The world may well be shifting towards Asia, but China’s imperialism could be hindered by the resurgence of democracy in Asian countries.
The coronavirus is not only a health and economic crisis, it is a geopolitical one as well. It is upsetting the power balance, speeding up the rise of Asia and the decline of the West. The West has lost its control of world order after losing wars in Afghanistan, Iraq and Syria; it has lost its command of capitalism because of the 2008 crash; and the Covic-19 epidemic has shown its loss of control in matters of public healthcare.
Asia is emerging as the center of gravity of the world economy. It will show a 9.5% growth rate in 2021 – over twice that of the world as a whole (4.3%) – and it already accounts for 38.2% of world GDP. It is also the main theater of the conflict between democracies and authoritarian regimes, such as the major confrontation between the USA and China.
Beijing has taken full advantage of democracies’ inability to stand up to the successive crises that have occurred since the beginning of the century, of the destabilizing effects of populism on democracies, and of the withdrawal of the USA into nationalism and protectionism. Beijing’s expansion strategy has broadened in five areas. Firstly, the regime has toughened up on ideology in granting lifetime powers to Xi Jinping and making him the object of a personality cult. Secondly, it has annexed the South China Sea, taken back control of Hong Kong, and threatened Taiwan. Thirdly, it has asserted its leadership in the Pacific by concluding the Asian free-trade treaty on 15th November 2020, a treaty that covers 30% of the world’s population and its business activity. Fourthly, armed conflict with India has increased in Ladakh, which could serve as a testbed for high-intensity combat. Lastly, it has pursued its policy of projecting its totalitarian-capitalism model and encroaching on the West by means of its support for authoritarian regimes, new silk roads and diplomacy in matters of healthcare.
However, at the same time, there are signs that freedom is putting up some resistance in the Asia-Pacific region, and this gives cause for hope.
The best reactions to the Covid epidemic have been in the Far-Eastern democracies of Taiwan and South Korea, and in New Zealand. Taiwan’s success caused anger in Beijing, leading to China’s increasing its levels of pressure on – and intimidation of – the nationalist island by invading its air and sea space.
China’s threats to the Asia-Pacific region have been a wake-up call for the nations in the area, who are now seeking to contain its expansion.
From an economic standpoint, Taiwan is restructuring its supply chains so as to reduce its dependency on China. Also, Australia is refusing to give in to blackmail; just because it asked for an independent international enquiry into the origins of the pandemic, it has been subjected to an avalanche of sanctions targeting its exports of coal, minerals, cereals, meat and wine – which account for 40.4% of its international sales. It has retaliated by reviewing agreements between its collective authorities, universities and companies with Chinese entities. Equipment manufacturers and digital operators – the armed wing of Big Brother in Beijing – are increasingly being banned from the region.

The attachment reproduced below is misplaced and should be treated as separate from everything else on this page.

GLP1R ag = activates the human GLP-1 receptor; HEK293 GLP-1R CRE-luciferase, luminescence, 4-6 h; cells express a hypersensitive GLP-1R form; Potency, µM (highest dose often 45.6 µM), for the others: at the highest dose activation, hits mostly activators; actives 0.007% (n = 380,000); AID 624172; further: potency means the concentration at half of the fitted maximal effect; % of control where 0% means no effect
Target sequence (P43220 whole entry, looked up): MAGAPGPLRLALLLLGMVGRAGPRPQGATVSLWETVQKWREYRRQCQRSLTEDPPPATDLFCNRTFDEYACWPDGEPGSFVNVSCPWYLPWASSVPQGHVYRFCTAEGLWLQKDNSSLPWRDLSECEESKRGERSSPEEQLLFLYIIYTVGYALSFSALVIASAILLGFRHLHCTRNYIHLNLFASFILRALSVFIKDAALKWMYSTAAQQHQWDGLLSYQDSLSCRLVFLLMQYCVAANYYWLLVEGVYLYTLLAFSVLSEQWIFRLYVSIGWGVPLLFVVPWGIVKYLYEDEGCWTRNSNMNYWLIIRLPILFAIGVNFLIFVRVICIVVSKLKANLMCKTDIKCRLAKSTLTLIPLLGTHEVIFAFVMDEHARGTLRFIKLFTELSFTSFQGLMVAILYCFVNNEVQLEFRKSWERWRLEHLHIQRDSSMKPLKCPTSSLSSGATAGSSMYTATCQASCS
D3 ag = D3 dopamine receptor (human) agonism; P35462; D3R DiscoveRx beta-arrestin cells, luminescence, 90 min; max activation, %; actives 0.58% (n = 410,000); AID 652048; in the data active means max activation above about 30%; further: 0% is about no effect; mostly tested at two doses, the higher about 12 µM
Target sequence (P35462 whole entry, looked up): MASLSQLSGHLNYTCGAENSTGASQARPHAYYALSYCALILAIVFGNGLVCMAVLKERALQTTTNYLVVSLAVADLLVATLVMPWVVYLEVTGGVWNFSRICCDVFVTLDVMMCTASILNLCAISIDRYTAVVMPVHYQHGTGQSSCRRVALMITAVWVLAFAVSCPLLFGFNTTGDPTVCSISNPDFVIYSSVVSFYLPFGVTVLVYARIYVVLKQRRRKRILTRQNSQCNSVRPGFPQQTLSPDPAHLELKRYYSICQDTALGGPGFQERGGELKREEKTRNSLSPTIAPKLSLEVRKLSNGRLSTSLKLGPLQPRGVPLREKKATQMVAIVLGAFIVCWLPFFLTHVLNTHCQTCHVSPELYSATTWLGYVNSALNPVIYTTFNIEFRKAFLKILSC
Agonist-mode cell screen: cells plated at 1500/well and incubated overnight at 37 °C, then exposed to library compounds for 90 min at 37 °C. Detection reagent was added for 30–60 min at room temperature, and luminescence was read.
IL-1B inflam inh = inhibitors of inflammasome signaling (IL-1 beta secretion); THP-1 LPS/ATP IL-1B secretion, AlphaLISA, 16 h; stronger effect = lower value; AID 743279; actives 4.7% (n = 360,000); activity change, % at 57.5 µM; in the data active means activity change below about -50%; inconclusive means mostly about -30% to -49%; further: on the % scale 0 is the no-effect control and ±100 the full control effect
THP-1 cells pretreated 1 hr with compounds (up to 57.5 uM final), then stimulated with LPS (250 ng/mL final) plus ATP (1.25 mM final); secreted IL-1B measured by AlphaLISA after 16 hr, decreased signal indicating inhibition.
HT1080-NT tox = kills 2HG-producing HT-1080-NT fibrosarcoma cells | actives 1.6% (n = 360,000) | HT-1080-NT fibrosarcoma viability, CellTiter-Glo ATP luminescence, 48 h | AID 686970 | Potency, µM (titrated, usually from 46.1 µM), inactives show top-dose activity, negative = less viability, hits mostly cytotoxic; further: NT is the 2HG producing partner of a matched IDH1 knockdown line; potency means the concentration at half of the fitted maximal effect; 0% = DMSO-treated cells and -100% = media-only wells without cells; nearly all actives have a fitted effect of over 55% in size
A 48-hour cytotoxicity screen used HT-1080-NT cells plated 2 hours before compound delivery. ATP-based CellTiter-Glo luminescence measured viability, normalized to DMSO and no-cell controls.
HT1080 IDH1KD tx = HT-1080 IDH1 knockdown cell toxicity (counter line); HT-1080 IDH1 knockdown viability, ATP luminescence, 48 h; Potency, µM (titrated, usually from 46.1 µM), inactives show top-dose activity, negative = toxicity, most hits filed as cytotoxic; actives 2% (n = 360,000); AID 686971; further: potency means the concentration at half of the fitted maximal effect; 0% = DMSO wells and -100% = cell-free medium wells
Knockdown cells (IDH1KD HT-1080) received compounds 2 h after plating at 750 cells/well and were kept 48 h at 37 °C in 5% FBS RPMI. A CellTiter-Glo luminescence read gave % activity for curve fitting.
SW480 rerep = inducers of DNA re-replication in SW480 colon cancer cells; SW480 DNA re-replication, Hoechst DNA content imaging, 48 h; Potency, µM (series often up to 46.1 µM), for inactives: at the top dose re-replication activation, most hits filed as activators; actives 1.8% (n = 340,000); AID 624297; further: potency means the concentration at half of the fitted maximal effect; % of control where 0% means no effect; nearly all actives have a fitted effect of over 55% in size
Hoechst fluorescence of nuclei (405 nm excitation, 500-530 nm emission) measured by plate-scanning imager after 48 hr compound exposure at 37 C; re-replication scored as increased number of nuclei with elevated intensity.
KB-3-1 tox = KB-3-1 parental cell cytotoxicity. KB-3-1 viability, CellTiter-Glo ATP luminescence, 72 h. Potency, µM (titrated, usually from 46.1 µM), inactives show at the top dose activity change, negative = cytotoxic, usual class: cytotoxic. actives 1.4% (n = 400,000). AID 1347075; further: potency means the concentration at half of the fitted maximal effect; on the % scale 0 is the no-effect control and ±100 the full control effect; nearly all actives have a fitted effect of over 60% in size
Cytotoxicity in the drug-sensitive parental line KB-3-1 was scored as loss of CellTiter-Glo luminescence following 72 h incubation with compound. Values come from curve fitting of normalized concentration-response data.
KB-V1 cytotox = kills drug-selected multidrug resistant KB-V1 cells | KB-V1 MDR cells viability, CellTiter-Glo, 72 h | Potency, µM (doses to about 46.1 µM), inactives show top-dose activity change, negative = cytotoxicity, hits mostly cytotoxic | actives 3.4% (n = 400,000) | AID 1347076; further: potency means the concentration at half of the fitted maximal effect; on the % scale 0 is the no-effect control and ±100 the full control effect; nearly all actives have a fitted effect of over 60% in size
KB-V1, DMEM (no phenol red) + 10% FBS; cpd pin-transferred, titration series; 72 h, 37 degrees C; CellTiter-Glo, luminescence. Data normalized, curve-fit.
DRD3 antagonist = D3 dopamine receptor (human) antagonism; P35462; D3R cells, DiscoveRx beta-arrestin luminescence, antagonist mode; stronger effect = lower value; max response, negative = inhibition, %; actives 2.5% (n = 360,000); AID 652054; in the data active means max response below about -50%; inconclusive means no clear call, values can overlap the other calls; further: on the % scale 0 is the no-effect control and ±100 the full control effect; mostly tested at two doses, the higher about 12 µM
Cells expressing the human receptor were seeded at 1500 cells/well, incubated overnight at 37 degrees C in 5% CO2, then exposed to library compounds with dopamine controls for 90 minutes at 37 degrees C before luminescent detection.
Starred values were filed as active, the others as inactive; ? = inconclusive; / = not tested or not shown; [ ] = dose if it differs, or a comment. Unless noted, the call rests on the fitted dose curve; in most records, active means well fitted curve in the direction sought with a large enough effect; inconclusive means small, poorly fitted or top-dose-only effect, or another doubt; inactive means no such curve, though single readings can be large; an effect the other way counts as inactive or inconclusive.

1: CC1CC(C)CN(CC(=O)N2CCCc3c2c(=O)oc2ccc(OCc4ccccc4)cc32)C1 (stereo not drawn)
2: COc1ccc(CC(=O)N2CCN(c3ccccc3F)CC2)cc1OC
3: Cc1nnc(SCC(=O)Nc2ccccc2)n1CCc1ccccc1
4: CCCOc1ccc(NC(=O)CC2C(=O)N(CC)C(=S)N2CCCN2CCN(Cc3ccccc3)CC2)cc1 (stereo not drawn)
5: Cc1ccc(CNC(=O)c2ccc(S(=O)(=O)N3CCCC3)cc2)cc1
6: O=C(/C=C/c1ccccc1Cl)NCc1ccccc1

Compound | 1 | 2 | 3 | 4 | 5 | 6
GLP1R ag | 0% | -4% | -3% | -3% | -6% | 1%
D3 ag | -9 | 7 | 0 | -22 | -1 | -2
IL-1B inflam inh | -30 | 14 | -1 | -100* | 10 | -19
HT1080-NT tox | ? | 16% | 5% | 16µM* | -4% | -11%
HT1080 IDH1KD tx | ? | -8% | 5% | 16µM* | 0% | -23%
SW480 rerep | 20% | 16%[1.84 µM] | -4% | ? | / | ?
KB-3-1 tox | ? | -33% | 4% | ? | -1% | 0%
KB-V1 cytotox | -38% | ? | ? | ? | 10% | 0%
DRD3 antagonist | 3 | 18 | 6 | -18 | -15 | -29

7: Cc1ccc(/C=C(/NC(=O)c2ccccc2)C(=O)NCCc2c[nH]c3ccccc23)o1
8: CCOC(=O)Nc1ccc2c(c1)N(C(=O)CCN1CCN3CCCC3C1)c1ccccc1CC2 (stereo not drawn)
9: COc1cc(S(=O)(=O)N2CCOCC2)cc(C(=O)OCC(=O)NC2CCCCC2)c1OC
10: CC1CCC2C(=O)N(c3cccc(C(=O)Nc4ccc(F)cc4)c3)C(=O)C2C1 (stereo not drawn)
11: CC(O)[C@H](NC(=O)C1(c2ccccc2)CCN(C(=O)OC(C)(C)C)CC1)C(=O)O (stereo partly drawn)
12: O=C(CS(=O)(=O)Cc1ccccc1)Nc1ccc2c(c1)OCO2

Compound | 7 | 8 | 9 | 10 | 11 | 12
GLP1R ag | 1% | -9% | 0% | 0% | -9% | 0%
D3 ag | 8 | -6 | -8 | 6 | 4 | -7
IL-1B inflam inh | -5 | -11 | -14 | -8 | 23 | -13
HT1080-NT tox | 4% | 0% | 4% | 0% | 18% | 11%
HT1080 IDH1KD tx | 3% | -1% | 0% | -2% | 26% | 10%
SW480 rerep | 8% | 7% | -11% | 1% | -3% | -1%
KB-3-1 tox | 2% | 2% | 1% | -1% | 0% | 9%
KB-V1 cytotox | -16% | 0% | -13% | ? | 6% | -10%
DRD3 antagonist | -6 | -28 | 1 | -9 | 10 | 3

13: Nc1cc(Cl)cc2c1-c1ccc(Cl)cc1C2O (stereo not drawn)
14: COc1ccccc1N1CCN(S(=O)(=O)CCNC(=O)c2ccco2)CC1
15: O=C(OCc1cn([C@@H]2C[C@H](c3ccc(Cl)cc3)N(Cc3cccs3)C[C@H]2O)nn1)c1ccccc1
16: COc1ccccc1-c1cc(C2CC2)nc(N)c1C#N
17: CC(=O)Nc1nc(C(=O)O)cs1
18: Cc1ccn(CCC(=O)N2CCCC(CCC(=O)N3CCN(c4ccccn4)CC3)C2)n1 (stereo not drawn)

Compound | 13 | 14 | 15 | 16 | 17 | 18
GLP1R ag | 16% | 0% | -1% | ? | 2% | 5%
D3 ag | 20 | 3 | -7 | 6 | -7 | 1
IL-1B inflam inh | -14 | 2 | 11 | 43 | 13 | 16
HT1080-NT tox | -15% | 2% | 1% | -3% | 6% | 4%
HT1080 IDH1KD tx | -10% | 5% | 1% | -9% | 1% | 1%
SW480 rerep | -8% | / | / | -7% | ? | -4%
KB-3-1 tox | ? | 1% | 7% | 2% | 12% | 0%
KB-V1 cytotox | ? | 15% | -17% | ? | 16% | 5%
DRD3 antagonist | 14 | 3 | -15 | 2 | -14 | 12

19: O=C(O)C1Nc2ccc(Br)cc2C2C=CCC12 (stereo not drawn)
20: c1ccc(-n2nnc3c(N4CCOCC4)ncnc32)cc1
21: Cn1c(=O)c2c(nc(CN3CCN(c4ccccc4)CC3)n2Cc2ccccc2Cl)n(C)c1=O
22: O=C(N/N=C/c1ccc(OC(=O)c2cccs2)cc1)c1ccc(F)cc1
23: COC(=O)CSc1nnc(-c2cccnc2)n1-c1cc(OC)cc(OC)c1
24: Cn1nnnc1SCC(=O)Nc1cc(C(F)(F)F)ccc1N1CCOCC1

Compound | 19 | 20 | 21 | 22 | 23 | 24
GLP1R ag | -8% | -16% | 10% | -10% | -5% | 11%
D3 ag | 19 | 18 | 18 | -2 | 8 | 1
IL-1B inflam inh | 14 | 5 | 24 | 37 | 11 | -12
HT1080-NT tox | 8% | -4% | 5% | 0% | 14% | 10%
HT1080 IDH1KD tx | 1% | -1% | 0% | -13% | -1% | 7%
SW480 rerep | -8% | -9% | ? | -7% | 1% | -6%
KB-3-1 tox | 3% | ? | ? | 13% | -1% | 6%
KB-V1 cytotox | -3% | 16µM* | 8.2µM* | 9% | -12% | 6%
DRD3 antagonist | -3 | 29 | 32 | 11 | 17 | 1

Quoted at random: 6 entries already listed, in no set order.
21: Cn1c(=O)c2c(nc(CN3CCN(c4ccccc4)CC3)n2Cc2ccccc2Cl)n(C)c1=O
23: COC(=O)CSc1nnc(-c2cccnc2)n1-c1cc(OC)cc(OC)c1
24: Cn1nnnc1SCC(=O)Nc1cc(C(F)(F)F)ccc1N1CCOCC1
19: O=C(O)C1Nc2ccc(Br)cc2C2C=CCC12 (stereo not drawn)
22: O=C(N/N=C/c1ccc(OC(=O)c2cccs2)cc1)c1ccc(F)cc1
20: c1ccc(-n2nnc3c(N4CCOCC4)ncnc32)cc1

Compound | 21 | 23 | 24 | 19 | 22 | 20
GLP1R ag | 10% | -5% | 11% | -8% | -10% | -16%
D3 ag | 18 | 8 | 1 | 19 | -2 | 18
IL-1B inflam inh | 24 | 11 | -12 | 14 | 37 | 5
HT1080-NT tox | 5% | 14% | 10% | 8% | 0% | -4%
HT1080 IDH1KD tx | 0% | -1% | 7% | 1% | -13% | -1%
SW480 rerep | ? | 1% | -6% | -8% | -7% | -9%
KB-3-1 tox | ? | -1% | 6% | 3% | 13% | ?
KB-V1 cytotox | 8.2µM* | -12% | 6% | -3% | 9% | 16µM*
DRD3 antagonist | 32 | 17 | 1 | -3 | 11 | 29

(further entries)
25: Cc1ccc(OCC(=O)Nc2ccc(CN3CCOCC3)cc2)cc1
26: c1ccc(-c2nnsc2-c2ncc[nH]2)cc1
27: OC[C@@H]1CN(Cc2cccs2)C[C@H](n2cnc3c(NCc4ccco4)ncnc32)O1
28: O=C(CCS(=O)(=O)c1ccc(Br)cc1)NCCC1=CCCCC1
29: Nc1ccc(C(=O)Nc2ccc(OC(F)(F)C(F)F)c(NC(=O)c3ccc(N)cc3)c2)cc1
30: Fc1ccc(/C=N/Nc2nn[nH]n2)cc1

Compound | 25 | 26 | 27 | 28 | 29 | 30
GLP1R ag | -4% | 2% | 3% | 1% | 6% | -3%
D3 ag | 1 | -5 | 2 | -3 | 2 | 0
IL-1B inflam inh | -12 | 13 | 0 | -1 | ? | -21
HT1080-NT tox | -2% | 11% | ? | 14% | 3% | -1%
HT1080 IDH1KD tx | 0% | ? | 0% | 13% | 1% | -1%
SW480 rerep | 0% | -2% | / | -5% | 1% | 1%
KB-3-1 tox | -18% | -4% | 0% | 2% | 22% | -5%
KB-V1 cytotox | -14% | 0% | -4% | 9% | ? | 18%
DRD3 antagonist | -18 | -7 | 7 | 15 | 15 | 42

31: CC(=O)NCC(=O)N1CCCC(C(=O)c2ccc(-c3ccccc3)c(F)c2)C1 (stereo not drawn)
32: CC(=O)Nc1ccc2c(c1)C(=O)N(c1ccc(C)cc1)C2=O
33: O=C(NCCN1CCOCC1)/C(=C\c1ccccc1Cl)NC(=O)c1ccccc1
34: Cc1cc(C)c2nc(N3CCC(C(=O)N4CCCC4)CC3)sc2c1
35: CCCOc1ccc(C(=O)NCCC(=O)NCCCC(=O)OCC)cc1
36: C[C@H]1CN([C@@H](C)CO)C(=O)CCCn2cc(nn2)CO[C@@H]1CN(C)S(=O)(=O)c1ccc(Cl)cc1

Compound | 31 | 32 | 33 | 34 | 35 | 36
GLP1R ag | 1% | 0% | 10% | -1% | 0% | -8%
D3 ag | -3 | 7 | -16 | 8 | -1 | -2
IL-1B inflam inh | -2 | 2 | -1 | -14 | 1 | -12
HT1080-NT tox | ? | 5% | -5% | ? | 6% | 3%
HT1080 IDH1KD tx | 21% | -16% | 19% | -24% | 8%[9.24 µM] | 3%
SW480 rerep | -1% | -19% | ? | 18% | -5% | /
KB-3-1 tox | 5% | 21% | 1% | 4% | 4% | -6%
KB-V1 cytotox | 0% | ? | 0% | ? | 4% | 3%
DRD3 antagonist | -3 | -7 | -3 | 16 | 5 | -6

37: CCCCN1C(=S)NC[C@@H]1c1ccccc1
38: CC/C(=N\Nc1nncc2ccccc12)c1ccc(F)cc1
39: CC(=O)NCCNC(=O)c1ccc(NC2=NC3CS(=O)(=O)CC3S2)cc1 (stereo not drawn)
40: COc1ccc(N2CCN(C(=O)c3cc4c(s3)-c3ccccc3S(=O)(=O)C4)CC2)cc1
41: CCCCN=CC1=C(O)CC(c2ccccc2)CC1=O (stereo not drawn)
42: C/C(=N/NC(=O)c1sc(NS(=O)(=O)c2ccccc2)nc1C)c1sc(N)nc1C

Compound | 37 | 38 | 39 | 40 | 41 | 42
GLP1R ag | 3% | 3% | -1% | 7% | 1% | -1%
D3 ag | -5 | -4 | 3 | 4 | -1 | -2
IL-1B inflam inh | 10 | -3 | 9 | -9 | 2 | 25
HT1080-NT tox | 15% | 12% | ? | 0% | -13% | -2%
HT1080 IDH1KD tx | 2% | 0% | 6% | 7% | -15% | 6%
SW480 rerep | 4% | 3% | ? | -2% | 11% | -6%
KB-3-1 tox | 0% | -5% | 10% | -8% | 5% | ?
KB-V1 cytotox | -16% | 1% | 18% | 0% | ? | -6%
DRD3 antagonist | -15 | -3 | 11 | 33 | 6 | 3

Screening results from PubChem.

From the strategic standpoint, the Asian democracies are rearming, and are making special efforts with regard to their navies, space and digitization. In November 2020, Australia signed a historic military agreement with Japan that also increases its cooperation with India. As a final point, the USA has reiterated its commitment to protect the sovereignty of Taiwan, to maintain a naval presence so as to guarantee free movement in the China Sea, and, under the Biden administration, it should return to the grand design of pivoting towards Asia by strengthening its links to its allies – particularly within the framework of the Quad agreements – as well as strengthening its military presence.
However, the most spectacular change has come from different peoples – and notably the young – who are no longer reluctant to rise up against authoritarian regimes. Hong Kong was a testbed: when Beijing challenged the restitution agreement of 19th December 1984 and passed the national security law on 30th June 2020, there was a revolt. Beijing scored a tactical victory but a political defeat. The fierce repression of the rebellion did not stop it from setting a precedent.
In Taiwan, resistance has been galvanized. In Thailand, students are defying the authorities and freeing themselves from taboos by contesting the monarchy in gthe person of the extravagant King Vajiralongkorn who lives in Germany and has amassed a fortune estimated at $40 billion. In Myanmar (formerly Burma), the coup d’état initiated by General Min Aung Hlaing on 1st February, after Aung San Suu Kyi’s LND obtained 83% of votes in the November 2020 elections, has had to face huge demonstrations and a civil disobedience movement led by civil servants, doctors, businesses and trades unions. The military junta has had recourse to violence – causing over 60 deaths – but the country is paralyzed, ostracized internationally by all nations, with the exception of China.
Political freedom is no longer something that is the affair of the West; the future of such freedom in the 21st century will mostly be played out in Asia. If the USA wants to maintain its leadership, it will have to conceive of and carry out an effective confinement of Beijing’s totalitarian-capitalism. Europeans must have an Indo-Pacific strategy. Democracies must ally with each other, unify around common values and security issues, and actively support Asian societies that are fighting for freedom.
(Article published in Le Point, 11th March 2021)